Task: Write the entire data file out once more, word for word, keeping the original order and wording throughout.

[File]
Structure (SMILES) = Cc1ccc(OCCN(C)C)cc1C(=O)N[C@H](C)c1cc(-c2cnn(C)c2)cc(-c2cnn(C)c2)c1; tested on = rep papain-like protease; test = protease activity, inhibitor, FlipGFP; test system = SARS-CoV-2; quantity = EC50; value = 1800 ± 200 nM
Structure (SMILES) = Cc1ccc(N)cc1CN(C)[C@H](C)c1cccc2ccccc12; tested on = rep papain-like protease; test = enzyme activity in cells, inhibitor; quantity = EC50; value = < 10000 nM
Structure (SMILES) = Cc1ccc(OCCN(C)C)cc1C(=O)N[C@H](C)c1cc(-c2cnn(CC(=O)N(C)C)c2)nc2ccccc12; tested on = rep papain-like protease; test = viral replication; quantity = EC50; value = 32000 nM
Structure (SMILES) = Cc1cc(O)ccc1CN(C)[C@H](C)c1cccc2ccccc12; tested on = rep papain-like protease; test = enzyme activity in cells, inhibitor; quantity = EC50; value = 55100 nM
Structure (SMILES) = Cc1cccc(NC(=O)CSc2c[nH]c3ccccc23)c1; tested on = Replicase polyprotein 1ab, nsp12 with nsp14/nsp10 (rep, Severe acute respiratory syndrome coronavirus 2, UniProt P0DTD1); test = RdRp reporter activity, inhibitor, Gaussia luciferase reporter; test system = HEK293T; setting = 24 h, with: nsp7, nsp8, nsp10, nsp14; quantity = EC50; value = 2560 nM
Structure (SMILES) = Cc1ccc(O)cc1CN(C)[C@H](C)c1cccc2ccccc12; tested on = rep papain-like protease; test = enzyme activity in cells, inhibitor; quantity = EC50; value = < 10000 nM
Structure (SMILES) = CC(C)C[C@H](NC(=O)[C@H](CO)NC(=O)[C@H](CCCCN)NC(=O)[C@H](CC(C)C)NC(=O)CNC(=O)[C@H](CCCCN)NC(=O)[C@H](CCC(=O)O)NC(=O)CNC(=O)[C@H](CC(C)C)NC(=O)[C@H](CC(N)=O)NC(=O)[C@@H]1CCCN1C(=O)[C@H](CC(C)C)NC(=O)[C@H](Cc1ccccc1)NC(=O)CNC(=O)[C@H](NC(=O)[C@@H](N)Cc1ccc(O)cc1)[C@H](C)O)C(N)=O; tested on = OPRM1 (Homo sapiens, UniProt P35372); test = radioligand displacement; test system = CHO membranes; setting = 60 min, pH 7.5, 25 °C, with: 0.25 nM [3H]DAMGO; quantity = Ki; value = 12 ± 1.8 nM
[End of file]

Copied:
Structure (SMILES) = Cc1ccc(OCCN(C)C)cc1C(=O)N[C@H](C)c1cc(-c2cnn(C)c2)cc(-c2cnn(C)c2)c1; tested on = rep papain-like protease; test = protease activity, inhibitor, FlipGFP; test system = SARS-CoV-2; quantity = EC50; value = 1800 ± 200 nM
Structure (SMILES) = Cc1ccc(N)cc1CN(C)[C@H](C)c1cccc2ccccc12; tested on = rep papain-like protease; test = enzyme activity in cells, inhibitor; quantity = EC50; value = < 10000 nM
Structure (SMILES) = Cc1ccc(OCCN(C)C)cc1C(=O)N[C@H](C)c1cc(-c2cnn(CC(=O)N(C)C)c2)nc2ccccc12; tested on = rep papain-like protease; test = viral replication; quantity = EC50; value = 32000 nM
Structure (SMILES) = Cc1cc(O)ccc1CN(C)[C@H](C)c1cccc2ccccc12; tested on = rep papain-like protease; test = enzyme activity in cells, inhibitor; quantity = EC50; value = 55100 nM
Structure (SMILES) = Cc1cccc(NC(=O)CSc2c[nH]c3ccccc23)c1; tested on = Replicase polyprotein 1ab, nsp12 with nsp14/nsp10 (rep, Severe acute respiratory syndrome coronavirus 2, UniProt P0DTD1); test = RdRp reporter activity, inhibitor, Gaussia luciferase reporter; test system = HEK293T; setting = 24 h, with: nsp7, nsp8, nsp10, nsp14; quantity = EC50; value = 2560 nM
Structure (SMILES) = Cc1ccc(O)cc1CN(C)[C@H](C)c1cccc2ccccc12; tested on = rep papain-like protease; test = enzyme activity in cells, inhibitor; quantity = EC50; value = < 10000 nM
Structure (SMILES) = CC(C)C[C@H](NC(=O)[C@H](CO)NC(=O)[C@H](CCCCN)NC(=O)[C@H](CC(C)C)NC(=O)CNC(=O)[C@H](CCCCN)NC(=O)[C@H](CCC(=O)O)NC(=O)CNC(=O)[C@H](CC(C)C)NC(=O)[C@H](CC(N)=O)NC(=O)[C@@H]1CCCN1C(=O)[C@H](CC(C)C)NC(=O)[C@H](Cc1ccccc1)NC(=O)CNC(=O)[C@H](NC(=O)[C@@H](N)Cc1ccc(O)cc1)[C@H](C)O)C(N)=O; tested on = OPRM1 (Homo sapiens, UniProt P35372); test = radioligand displacement; test system = CHO membranes; setting = 60 min, pH 7.5, 25 °C, with: 0.25 nM [3H]DAMGO; quantity = Ki; value = 12 ± 1.8 nM